MIDWAY:Marley and me
Owen Wilson stars in this movie version of the bestselling heart-wrenching 2005 memoir by American journalist John Grogan about his family’s adored labrador, Marley. Brace yourselves, everyone, for the emotional final scene, when Marley faces the final curtain in the vet’s treatment room, with blond, bland Owen at his side. And in the cinema, all of us tough, cynical critics had tears welling in our eyes, swallowing hard; our lips, so often curled in a cheap sneer, were now trembling, because of the same sad thought: “Owen Wilson used to be really good” I took out my old VHS copy of Bottle Rocket, pressed it to my face and sobbed.
Marley is the doggy witness to 15 years of Grogan’s life: including marital crises, career hangups, daddy issues. Right up until the very end, loyal Marley goes on teaching Grogan one big life-lesson: the importance of love, unconditional love, the sort of love dogs give you. And hey — couldn’t we humans, so hotsy-totsy about our grand position in the chain of being, learn a thing or two from Marley? Wilson plays Grogan, of course, and two talented canines called Clyde and Jonah play Marley at the cute-puppy and cute-dog stages.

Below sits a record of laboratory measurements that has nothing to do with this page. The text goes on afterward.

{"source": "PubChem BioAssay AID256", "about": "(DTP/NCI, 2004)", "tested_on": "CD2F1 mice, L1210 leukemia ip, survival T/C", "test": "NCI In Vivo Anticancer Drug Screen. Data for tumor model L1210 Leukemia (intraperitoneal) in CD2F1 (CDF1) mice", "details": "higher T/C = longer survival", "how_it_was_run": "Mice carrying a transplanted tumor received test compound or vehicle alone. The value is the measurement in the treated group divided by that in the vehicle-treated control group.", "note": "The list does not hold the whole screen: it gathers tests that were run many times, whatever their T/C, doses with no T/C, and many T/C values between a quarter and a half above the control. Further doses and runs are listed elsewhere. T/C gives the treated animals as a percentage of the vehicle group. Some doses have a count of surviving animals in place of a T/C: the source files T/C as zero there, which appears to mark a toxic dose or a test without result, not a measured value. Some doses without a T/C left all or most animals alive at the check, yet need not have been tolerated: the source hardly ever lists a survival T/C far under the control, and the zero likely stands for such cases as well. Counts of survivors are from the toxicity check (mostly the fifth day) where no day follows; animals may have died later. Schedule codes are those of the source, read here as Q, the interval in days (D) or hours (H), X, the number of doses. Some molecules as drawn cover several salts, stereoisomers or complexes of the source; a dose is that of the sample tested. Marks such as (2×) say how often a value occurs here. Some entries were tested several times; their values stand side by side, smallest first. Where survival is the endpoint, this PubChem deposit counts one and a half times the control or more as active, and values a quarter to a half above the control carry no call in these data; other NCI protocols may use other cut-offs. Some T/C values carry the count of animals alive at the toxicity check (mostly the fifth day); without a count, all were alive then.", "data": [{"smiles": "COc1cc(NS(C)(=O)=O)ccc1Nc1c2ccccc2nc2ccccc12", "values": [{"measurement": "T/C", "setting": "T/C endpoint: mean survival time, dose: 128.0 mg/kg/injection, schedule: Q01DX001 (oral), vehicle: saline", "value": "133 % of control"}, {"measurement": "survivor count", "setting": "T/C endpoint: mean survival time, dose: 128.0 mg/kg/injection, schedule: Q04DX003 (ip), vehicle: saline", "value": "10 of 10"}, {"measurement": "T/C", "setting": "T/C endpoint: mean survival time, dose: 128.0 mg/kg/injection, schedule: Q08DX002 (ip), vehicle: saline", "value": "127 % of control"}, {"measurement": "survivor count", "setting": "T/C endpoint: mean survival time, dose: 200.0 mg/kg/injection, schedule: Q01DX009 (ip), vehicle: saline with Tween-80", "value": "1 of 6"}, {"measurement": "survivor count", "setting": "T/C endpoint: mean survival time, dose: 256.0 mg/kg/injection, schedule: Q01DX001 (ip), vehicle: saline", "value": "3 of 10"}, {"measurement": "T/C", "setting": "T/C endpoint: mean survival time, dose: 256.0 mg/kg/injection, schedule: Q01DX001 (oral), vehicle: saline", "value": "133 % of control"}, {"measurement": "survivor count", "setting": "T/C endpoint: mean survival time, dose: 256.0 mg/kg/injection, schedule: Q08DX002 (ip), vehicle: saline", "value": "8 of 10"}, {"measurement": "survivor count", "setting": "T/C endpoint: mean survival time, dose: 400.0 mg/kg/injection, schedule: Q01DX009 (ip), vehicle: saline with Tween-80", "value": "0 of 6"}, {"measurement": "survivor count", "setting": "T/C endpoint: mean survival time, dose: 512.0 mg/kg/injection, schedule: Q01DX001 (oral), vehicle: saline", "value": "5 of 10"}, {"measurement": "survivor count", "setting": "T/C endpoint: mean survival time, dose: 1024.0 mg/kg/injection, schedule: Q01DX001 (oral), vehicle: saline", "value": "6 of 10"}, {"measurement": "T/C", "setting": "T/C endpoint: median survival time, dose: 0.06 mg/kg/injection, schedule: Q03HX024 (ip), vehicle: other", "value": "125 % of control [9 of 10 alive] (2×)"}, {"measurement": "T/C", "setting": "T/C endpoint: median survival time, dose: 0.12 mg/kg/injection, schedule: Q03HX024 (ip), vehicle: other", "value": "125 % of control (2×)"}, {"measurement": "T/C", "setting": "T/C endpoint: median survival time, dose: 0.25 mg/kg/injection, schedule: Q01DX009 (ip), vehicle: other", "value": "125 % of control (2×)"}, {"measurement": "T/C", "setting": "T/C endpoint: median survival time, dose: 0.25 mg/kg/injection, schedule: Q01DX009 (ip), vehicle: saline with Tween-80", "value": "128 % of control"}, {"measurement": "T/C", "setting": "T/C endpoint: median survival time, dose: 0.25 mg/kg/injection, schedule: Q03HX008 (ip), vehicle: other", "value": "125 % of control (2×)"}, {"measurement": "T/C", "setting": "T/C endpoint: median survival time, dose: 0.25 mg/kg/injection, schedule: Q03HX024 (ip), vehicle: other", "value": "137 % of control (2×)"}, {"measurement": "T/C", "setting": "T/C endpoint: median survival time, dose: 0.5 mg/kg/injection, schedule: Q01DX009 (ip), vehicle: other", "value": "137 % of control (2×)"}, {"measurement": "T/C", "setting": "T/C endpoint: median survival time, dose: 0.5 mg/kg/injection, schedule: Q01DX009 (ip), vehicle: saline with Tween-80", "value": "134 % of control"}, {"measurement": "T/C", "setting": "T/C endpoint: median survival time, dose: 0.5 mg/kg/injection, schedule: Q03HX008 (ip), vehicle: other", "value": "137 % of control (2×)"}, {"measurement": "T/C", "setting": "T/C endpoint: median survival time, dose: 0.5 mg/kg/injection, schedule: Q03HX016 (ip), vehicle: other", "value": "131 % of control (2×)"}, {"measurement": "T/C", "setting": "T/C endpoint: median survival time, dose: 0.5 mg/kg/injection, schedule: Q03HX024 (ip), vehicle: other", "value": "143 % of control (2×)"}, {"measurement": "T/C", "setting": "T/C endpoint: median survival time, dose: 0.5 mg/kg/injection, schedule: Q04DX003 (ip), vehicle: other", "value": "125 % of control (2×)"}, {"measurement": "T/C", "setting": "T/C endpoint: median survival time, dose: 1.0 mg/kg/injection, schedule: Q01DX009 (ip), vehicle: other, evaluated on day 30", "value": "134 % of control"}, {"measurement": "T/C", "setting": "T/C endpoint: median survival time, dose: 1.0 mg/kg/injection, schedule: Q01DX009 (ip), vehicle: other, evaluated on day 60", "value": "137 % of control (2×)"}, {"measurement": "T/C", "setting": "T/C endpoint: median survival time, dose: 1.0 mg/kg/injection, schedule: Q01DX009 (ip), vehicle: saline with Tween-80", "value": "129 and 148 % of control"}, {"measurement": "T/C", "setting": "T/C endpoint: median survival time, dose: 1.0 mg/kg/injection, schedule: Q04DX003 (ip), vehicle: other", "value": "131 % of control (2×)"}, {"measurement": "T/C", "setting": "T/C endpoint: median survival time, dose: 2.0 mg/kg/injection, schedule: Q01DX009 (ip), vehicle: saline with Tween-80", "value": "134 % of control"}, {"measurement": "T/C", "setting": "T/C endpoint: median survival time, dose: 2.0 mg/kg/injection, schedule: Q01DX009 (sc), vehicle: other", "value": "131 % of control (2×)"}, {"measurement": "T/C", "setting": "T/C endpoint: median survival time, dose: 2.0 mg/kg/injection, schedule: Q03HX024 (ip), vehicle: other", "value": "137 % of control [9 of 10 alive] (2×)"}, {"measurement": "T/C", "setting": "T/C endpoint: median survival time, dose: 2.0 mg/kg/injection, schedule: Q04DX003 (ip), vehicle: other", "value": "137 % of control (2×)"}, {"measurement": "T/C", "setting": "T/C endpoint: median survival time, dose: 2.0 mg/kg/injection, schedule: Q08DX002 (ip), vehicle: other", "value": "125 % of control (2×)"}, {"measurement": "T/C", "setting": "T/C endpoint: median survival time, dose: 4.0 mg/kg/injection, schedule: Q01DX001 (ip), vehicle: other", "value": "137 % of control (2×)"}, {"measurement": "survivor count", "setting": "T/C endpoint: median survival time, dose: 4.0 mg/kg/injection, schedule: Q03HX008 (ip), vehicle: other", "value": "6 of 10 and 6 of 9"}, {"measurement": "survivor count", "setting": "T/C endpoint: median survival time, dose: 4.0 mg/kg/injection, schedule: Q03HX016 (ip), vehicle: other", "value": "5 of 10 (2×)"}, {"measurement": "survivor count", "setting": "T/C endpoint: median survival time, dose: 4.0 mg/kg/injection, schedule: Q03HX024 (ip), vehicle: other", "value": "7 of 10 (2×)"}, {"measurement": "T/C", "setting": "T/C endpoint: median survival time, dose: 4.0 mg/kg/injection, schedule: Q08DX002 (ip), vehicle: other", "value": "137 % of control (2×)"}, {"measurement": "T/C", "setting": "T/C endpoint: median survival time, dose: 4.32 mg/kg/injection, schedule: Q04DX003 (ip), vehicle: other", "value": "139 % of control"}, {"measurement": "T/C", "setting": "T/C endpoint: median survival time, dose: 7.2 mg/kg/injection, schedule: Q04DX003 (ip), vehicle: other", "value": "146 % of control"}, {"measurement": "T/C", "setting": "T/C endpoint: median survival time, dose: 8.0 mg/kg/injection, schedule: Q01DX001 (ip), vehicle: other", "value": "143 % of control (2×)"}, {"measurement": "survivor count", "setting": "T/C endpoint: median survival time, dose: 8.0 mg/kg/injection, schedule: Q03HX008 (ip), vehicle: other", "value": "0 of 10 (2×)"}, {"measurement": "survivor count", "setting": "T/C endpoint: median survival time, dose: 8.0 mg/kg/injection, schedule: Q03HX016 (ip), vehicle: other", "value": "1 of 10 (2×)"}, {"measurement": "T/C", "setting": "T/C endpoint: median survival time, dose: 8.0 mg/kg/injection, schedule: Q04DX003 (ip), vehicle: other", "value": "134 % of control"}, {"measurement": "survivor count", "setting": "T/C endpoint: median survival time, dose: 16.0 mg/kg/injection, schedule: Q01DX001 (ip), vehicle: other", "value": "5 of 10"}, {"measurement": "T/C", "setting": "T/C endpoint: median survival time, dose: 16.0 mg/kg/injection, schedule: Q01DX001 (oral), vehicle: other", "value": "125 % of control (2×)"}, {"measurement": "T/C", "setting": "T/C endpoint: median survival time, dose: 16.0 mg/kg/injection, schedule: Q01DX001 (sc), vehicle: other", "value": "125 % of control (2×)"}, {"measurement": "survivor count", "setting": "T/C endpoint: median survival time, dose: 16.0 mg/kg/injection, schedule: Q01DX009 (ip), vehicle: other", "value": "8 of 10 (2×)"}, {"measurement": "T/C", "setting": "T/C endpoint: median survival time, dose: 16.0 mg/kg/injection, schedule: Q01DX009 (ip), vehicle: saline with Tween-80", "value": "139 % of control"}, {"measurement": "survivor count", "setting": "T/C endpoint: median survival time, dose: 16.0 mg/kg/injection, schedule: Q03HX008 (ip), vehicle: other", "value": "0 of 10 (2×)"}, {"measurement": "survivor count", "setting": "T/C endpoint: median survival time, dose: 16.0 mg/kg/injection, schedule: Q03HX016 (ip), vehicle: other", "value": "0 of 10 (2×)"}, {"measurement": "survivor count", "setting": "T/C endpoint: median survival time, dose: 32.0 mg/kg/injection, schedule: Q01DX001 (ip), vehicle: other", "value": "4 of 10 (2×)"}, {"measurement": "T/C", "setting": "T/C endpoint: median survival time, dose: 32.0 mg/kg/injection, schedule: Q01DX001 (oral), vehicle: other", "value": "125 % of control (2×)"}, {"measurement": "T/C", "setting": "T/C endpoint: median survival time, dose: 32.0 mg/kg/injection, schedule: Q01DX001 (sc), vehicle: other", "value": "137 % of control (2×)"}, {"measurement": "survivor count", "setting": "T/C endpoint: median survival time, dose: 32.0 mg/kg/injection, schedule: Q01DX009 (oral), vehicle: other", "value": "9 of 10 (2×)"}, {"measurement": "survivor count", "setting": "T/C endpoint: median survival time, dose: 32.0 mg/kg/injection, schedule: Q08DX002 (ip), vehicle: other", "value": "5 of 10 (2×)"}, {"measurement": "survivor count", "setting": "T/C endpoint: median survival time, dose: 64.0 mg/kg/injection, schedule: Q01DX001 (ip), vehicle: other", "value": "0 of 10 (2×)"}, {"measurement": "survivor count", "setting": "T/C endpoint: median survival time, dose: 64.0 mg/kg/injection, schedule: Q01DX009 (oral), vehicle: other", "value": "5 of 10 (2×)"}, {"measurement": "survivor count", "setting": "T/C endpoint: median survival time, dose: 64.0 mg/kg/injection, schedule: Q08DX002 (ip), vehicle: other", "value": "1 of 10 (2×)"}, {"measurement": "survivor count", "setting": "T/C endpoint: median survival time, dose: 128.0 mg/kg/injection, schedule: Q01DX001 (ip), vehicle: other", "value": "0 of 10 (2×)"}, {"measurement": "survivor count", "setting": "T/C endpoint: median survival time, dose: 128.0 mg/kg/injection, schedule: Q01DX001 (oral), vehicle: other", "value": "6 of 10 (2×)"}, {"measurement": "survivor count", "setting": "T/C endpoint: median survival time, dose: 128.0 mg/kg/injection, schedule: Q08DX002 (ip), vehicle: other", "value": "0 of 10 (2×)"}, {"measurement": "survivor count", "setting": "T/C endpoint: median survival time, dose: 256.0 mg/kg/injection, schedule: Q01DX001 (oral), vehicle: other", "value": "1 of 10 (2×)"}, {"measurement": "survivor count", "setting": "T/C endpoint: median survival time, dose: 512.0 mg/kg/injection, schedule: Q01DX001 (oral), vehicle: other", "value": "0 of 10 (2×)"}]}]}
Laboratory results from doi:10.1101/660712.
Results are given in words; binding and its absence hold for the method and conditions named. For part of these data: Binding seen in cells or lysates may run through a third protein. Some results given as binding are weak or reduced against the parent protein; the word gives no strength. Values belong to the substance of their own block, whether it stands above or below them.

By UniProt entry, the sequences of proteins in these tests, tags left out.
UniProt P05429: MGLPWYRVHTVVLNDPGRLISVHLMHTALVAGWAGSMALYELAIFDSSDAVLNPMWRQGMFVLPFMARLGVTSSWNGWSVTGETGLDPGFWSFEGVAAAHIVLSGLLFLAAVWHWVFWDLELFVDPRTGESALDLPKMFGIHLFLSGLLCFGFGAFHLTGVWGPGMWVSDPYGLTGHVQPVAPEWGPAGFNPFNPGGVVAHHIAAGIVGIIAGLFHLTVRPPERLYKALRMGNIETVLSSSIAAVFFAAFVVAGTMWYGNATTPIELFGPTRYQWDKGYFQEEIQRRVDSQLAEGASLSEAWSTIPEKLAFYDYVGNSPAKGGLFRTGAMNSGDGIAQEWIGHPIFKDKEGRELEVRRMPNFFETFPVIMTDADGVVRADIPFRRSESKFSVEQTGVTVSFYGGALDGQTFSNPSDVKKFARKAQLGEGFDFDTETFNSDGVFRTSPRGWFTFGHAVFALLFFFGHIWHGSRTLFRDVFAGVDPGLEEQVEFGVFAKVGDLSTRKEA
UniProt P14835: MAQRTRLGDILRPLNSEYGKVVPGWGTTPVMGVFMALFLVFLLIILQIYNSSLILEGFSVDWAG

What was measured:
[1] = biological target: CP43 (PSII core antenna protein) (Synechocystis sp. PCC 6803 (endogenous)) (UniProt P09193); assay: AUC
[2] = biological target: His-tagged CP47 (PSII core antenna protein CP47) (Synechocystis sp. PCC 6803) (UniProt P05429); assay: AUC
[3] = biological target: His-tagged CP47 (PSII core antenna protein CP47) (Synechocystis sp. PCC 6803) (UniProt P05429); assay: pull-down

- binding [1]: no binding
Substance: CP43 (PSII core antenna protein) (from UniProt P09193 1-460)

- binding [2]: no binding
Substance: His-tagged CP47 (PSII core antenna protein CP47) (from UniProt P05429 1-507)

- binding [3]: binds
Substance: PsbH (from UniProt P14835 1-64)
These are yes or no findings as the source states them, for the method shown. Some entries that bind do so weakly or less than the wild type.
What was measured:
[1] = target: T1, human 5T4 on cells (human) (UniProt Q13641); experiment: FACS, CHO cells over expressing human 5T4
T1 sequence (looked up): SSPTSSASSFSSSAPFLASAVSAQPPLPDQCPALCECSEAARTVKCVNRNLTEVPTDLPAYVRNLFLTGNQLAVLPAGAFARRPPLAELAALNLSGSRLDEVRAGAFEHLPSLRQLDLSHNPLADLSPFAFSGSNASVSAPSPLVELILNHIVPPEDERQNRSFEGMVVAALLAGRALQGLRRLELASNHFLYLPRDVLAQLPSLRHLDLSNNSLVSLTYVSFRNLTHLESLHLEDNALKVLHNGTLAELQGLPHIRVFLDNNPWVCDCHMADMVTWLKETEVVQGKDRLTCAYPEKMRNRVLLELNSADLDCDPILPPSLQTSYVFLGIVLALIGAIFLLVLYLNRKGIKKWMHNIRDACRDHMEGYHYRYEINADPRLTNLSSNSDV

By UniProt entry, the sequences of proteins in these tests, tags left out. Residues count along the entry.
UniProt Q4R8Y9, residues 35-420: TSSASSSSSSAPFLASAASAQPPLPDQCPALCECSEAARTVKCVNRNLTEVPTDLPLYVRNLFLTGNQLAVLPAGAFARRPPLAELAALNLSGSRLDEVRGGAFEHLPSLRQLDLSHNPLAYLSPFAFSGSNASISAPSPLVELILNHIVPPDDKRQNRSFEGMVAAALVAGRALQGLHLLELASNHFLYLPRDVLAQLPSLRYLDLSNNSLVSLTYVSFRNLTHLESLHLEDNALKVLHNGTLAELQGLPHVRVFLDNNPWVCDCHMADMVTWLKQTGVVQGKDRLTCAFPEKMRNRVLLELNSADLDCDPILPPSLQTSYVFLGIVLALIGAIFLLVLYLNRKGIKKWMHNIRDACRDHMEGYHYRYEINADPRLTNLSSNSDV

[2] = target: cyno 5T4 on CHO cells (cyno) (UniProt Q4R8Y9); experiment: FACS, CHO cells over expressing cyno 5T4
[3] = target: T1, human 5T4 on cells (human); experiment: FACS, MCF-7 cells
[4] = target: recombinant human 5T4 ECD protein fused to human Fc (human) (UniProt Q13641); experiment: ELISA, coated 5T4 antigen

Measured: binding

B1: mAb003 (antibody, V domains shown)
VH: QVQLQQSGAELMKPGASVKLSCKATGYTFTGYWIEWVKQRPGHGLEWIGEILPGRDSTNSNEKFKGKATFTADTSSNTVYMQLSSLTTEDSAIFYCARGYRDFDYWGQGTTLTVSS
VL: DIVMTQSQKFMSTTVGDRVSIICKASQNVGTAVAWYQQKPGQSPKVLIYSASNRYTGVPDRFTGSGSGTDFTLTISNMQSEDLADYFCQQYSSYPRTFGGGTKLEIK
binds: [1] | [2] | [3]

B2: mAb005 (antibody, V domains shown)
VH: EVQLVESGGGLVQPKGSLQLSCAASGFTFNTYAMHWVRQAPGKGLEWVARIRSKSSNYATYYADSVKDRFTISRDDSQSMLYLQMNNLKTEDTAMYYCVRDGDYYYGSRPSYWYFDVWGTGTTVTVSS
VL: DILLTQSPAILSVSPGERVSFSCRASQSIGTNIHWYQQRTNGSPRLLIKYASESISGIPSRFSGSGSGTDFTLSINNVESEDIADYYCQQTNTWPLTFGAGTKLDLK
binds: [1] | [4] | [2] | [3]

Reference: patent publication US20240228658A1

Oh, and Jennifer Aniston plays Grogan’s wife, competing with Marley for her husband’s affection with what seems to me abysmal lack of success. They say dog owners eventually look like their pets. But with his lustrous golden locks and expression of mute, bewildered pain, Marley ended up doing a very passable impression of Jen.
The idea is that John Grogan is a budding reporter on a Florida paper whose wife, Jennifer, is actually the better journalist with the better career. But she gives up her work to look after the kids. This is where Marley comes in, their lovable hyperactive labrador. John has been writing a little column about life with Marley and the readers love it!
So John’s editor, himself a bit of a grumpy old hound played by Alan Arkin, makes him do the column daily, for twice the money. Of course, the fictional Grogan demonstrates his manliness by being wryly bemused by this column he has to write and still pining for a tough Woodward-and-Bernstein career — as opposed to, say, gloating from day one about his upcoming movie deal.